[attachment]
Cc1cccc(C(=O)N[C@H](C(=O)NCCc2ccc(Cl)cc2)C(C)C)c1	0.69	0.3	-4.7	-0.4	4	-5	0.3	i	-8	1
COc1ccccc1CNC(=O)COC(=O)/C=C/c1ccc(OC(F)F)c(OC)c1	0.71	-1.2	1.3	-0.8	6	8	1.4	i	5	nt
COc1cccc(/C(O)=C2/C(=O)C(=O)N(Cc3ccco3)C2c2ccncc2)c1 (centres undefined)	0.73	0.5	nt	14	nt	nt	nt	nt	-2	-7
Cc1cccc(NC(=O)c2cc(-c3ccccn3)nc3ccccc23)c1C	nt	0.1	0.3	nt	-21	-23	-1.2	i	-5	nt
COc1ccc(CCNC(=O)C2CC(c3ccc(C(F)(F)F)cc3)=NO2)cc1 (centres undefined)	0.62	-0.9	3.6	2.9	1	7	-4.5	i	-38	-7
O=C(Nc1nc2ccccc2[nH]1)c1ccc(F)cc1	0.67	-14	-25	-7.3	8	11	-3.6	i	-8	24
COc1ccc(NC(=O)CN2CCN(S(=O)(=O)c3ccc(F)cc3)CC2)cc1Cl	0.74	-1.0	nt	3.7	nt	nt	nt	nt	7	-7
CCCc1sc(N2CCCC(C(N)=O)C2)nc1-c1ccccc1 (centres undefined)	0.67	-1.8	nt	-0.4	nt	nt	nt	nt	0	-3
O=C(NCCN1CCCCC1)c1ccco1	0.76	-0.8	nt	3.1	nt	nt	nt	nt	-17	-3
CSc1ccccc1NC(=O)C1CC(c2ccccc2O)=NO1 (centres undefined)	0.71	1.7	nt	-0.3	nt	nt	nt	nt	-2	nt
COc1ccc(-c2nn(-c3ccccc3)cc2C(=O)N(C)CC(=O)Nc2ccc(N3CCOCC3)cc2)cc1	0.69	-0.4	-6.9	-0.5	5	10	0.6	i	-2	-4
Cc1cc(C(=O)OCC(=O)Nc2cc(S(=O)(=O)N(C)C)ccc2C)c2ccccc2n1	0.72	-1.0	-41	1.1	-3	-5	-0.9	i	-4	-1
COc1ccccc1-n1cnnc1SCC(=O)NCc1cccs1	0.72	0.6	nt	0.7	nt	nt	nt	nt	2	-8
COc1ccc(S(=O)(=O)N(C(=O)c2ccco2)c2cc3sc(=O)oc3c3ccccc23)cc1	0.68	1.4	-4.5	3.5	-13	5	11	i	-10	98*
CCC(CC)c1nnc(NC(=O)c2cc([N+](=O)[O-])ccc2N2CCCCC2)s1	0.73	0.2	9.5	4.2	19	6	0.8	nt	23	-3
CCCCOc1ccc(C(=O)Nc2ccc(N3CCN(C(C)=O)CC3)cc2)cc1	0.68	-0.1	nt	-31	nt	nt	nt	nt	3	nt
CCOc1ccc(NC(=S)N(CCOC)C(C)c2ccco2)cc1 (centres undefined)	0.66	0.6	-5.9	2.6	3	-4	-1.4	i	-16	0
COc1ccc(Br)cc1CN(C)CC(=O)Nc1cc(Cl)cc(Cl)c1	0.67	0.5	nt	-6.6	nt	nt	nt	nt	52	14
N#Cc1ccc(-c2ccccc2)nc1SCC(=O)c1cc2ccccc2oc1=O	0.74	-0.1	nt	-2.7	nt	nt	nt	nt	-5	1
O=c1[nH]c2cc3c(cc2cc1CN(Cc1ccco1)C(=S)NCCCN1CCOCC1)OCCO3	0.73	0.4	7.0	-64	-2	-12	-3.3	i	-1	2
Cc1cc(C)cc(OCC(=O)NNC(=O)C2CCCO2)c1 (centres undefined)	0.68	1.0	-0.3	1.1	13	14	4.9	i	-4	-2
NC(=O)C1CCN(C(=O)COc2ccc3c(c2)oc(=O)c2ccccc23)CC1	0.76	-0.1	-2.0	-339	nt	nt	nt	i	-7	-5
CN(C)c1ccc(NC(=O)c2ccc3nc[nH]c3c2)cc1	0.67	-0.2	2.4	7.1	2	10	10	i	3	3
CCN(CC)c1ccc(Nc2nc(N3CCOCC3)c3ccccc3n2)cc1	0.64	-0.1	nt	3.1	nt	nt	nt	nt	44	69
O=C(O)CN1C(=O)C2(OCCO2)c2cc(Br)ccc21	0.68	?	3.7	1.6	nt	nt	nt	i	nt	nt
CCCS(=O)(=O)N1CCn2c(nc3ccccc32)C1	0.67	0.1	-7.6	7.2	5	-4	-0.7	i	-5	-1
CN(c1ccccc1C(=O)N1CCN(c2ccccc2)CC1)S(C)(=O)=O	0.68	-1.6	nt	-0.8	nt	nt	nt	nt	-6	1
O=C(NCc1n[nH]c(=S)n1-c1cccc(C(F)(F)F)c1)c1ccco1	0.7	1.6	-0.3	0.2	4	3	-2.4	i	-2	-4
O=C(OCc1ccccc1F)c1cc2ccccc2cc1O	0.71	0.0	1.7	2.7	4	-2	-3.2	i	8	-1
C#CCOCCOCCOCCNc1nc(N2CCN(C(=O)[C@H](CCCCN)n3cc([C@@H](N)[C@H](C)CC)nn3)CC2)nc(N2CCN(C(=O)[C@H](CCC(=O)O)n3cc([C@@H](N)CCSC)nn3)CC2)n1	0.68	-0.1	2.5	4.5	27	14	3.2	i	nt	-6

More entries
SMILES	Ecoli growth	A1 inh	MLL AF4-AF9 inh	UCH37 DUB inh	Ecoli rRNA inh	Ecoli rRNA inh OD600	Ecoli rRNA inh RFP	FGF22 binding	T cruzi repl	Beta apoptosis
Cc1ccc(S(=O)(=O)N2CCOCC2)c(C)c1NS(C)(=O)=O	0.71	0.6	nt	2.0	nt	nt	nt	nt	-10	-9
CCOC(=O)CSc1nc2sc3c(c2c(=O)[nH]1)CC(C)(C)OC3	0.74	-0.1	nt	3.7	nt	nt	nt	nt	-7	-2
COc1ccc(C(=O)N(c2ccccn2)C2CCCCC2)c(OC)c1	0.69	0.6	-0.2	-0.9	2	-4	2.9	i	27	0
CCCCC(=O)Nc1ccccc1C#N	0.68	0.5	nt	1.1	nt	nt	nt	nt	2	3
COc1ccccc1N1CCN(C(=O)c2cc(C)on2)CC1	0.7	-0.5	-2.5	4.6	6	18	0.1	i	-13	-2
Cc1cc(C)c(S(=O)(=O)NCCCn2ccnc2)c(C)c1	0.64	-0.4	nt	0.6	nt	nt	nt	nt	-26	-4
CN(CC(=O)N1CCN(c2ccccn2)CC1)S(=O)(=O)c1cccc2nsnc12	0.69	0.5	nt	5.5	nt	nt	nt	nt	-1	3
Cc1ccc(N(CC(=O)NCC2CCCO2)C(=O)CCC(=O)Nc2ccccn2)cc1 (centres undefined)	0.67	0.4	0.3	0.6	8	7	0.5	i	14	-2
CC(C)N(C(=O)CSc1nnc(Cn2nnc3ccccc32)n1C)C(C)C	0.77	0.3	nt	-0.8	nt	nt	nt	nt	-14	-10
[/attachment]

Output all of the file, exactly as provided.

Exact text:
Cc1cccc(C(=O)N[C@H](C(=O)NCCc2ccc(Cl)cc2)C(C)C)c1	0.69	0.3	-4.7	-0.4	4	-5	0.3	i	-8	1
COc1ccccc1CNC(=O)COC(=O)/C=C/c1ccc(OC(F)F)c(OC)c1	0.71	-1.2	1.3	-0.8	6	8	1.4	i	5	nt
COc1cccc(/C(O)=C2/C(=O)C(=O)N(Cc3ccco3)C2c2ccncc2)c1 (centres undefined)	0.73	0.5	nt	14	nt	nt	nt	nt	-2	-7
Cc1cccc(NC(=O)c2cc(-c3ccccn3)nc3ccccc23)c1C	nt	0.1	0.3	nt	-21	-23	-1.2	i	-5	nt
COc1ccc(CCNC(=O)C2CC(c3ccc(C(F)(F)F)cc3)=NO2)cc1 (centres undefined)	0.62	-0.9	3.6	2.9	1	7	-4.5	i	-38	-7
O=C(Nc1nc2ccccc2[nH]1)c1ccc(F)cc1	0.67	-14	-25	-7.3	8	11	-3.6	i	-8	24
COc1ccc(NC(=O)CN2CCN(S(=O)(=O)c3ccc(F)cc3)CC2)cc1Cl	0.74	-1.0	nt	3.7	nt	nt	nt	nt	7	-7
CCCc1sc(N2CCCC(C(N)=O)C2)nc1-c1ccccc1 (centres undefined)	0.67	-1.8	nt	-0.4	nt	nt	nt	nt	0	-3
O=C(NCCN1CCCCC1)c1ccco1	0.76	-0.8	nt	3.1	nt	nt	nt	nt	-17	-3
CSc1ccccc1NC(=O)C1CC(c2ccccc2O)=NO1 (centres undefined)	0.71	1.7	nt	-0.3	nt	nt	nt	nt	-2	nt
COc1ccc(-c2nn(-c3ccccc3)cc2C(=O)N(C)CC(=O)Nc2ccc(N3CCOCC3)cc2)cc1	0.69	-0.4	-6.9	-0.5	5	10	0.6	i	-2	-4
Cc1cc(C(=O)OCC(=O)Nc2cc(S(=O)(=O)N(C)C)ccc2C)c2ccccc2n1	0.72	-1.0	-41	1.1	-3	-5	-0.9	i	-4	-1
COc1ccccc1-n1cnnc1SCC(=O)NCc1cccs1	0.72	0.6	nt	0.7	nt	nt	nt	nt	2	-8
COc1ccc(S(=O)(=O)N(C(=O)c2ccco2)c2cc3sc(=O)oc3c3ccccc23)cc1	0.68	1.4	-4.5	3.5	-13	5	11	i	-10	98*
CCC(CC)c1nnc(NC(=O)c2cc([N+](=O)[O-])ccc2N2CCCCC2)s1	0.73	0.2	9.5	4.2	19	6	0.8	nt	23	-3
CCCCOc1ccc(C(=O)Nc2ccc(N3CCN(C(C)=O)CC3)cc2)cc1	0.68	-0.1	nt	-31	nt	nt	nt	nt	3	nt
CCOc1ccc(NC(=S)N(CCOC)C(C)c2ccco2)cc1 (centres undefined)	0.66	0.6	-5.9	2.6	3	-4	-1.4	i	-16	0
COc1ccc(Br)cc1CN(C)CC(=O)Nc1cc(Cl)cc(Cl)c1	0.67	0.5	nt	-6.6	nt	nt	nt	nt	52	14
N#Cc1ccc(-c2ccccc2)nc1SCC(=O)c1cc2ccccc2oc1=O	0.74	-0.1	nt	-2.7	nt	nt	nt	nt	-5	1
O=c1[nH]c2cc3c(cc2cc1CN(Cc1ccco1)C(=S)NCCCN1CCOCC1)OCCO3	0.73	0.4	7.0	-64	-2	-12	-3.3	i	-1	2
Cc1cc(C)cc(OCC(=O)NNC(=O)C2CCCO2)c1 (centres undefined)	0.68	1.0	-0.3	1.1	13	14	4.9	i	-4	-2
NC(=O)C1CCN(C(=O)COc2ccc3c(c2)oc(=O)c2ccccc23)CC1	0.76	-0.1	-2.0	-339	nt	nt	nt	i	-7	-5
CN(C)c1ccc(NC(=O)c2ccc3nc[nH]c3c2)cc1	0.67	-0.2	2.4	7.1	2	10	10	i	3	3
CCN(CC)c1ccc(Nc2nc(N3CCOCC3)c3ccccc3n2)cc1	0.64	-0.1	nt	3.1	nt	nt	nt	nt	44	69
O=C(O)CN1C(=O)C2(OCCO2)c2cc(Br)ccc21	0.68	?	3.7	1.6	nt	nt	nt	i	nt	nt
CCCS(=O)(=O)N1CCn2c(nc3ccccc32)C1	0.67	0.1	-7.6	7.2	5	-4	-0.7	i	-5	-1
CN(c1ccccc1C(=O)N1CCN(c2ccccc2)CC1)S(C)(=O)=O	0.68	-1.6	nt	-0.8	nt	nt	nt	nt	-6	1
O=C(NCc1n[nH]c(=S)n1-c1cccc(C(F)(F)F)c1)c1ccco1	0.7	1.6	-0.3	0.2	4	3	-2.4	i	-2	-4
O=C(OCc1ccccc1F)c1cc2ccccc2cc1O	0.71	0.0	1.7	2.7	4	-2	-3.2	i	8	-1
C#CCOCCOCCOCCNc1nc(N2CCN(C(=O)[C@H](CCCCN)n3cc([C@@H](N)[C@H](C)CC)nn3)CC2)nc(N2CCN(C(=O)[C@H](CCC(=O)O)n3cc([C@@H](N)CCSC)nn3)CC2)n1	0.68	-0.1	2.5	4.5	27	14	3.2	i	nt	-6

More entries
SMILES	Ecoli growth	A1 inh	MLL AF4-AF9 inh	UCH37 DUB inh	Ecoli rRNA inh	Ecoli rRNA inh OD600	Ecoli rRNA inh RFP	FGF22 binding	T cruzi repl	Beta apoptosis
Cc1ccc(S(=O)(=O)N2CCOCC2)c(C)c1NS(C)(=O)=O	0.71	0.6	nt	2.0	nt	nt	nt	nt	-10	-9
CCOC(=O)CSc1nc2sc3c(c2c(=O)[nH]1)CC(C)(C)OC3	0.74	-0.1	nt	3.7	nt	nt	nt	nt	-7	-2
COc1ccc(C(=O)N(c2ccccn2)C2CCCCC2)c(OC)c1	0.69	0.6	-0.2	-0.9	2	-4	2.9	i	27	0
CCCCC(=O)Nc1ccccc1C#N	0.68	0.5	nt	1.1	nt	nt	nt	nt	2	3
COc1ccccc1N1CCN(C(=O)c2cc(C)on2)CC1	0.7	-0.5	-2.5	4.6	6	18	0.1	i	-13	-2
Cc1cc(C)c(S(=O)(=O)NCCCn2ccnc2)c(C)c1	0.64	-0.4	nt	0.6	nt	nt	nt	nt	-26	-4
CN(CC(=O)N1CCN(c2ccccn2)CC1)S(=O)(=O)c1cccc2nsnc12	0.69	0.5	nt	5.5	nt	nt	nt	nt	-1	3
Cc1ccc(N(CC(=O)NCC2CCCO2)C(=O)CCC(=O)Nc2ccccn2)cc1 (centres undefined)	0.67	0.4	0.3	0.6	8	7	0.5	i	14	-2
CC(C)N(C(=O)CSc1nnc(Cn2nnc3ccccc32)n1C)C(C)C	0.77	0.3	nt	-0.8	nt	nt	nt	nt	-14	-10